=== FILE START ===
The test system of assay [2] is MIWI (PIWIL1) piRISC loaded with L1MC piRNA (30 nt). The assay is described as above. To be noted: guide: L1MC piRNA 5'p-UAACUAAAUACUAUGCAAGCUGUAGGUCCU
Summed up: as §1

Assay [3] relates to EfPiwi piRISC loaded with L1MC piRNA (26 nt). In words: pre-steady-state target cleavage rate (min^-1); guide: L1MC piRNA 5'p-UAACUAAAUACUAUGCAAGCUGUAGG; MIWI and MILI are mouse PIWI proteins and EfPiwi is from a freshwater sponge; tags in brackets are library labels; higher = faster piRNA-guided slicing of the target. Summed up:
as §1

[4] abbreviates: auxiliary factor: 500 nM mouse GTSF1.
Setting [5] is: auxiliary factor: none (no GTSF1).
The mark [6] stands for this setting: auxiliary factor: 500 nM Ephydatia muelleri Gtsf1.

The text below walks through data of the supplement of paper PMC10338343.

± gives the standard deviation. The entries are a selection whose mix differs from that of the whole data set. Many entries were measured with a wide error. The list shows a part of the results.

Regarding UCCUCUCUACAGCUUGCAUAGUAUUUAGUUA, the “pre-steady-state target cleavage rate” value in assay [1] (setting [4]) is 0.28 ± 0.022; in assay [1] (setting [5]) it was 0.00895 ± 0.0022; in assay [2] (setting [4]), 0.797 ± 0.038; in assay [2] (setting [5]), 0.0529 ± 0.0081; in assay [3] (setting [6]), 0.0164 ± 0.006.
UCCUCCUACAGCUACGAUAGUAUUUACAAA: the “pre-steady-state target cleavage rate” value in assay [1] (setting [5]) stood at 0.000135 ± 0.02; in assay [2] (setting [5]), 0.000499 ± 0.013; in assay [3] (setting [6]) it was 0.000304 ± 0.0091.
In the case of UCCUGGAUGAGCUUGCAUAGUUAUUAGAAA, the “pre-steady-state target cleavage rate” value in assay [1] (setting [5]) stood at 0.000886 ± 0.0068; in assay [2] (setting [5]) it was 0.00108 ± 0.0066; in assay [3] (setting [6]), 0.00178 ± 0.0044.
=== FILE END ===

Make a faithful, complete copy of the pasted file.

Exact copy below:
The test system of assay [2] is MIWI (PIWIL1) piRISC loaded with L1MC piRNA (30 nt). The assay is described as above. To be noted: guide: L1MC piRNA 5'p-UAACUAAAUACUAUGCAAGCUGUAGGUCCU
Summed up: as §1

Assay [3] relates to EfPiwi piRISC loaded with L1MC piRNA (26 nt). In words: pre-steady-state target cleavage rate (min^-1); guide: L1MC piRNA 5'p-UAACUAAAUACUAUGCAAGCUGUAGG; MIWI and MILI are mouse PIWI proteins and EfPiwi is from a freshwater sponge; tags in brackets are library labels; higher = faster piRNA-guided slicing of the target. Summed up:
as §1

[4] abbreviates: auxiliary factor: 500 nM mouse GTSF1.
Setting [5] is: auxiliary factor: none (no GTSF1).
The mark [6] stands for this setting: auxiliary factor: 500 nM Ephydatia muelleri Gtsf1.

The text below walks through data of the supplement of paper PMC10338343.

± gives the standard deviation. The entries are a selection whose mix differs from that of the whole data set. Many entries were measured with a wide error. The list shows a part of the results.

Regarding UCCUCUCUACAGCUUGCAUAGUAUUUAGUUA, the “pre-steady-state target cleavage rate” value in assay [1] (setting [4]) is 0.28 ± 0.022; in assay [1] (setting [5]) it was 0.00895 ± 0.0022; in assay [2] (setting [4]), 0.797 ± 0.038; in assay [2] (setting [5]), 0.0529 ± 0.0081; in assay [3] (setting [6]), 0.0164 ± 0.006.
UCCUCCUACAGCUACGAUAGUAUUUACAAA: the “pre-steady-state target cleavage rate” value in assay [1] (setting [5]) stood at 0.000135 ± 0.02; in assay [2] (setting [5]), 0.000499 ± 0.013; in assay [3] (setting [6]) it was 0.000304 ± 0.0091.
In the case of UCCUGGAUGAGCUUGCAUAGUUAUUAGAAA, the “pre-steady-state target cleavage rate” value in assay [1] (setting [5]) stood at 0.000886 ± 0.0068; in assay [2] (setting [5]) it was 0.00108 ± 0.0066; in assay [3] (setting [6]), 0.00178 ± 0.0044.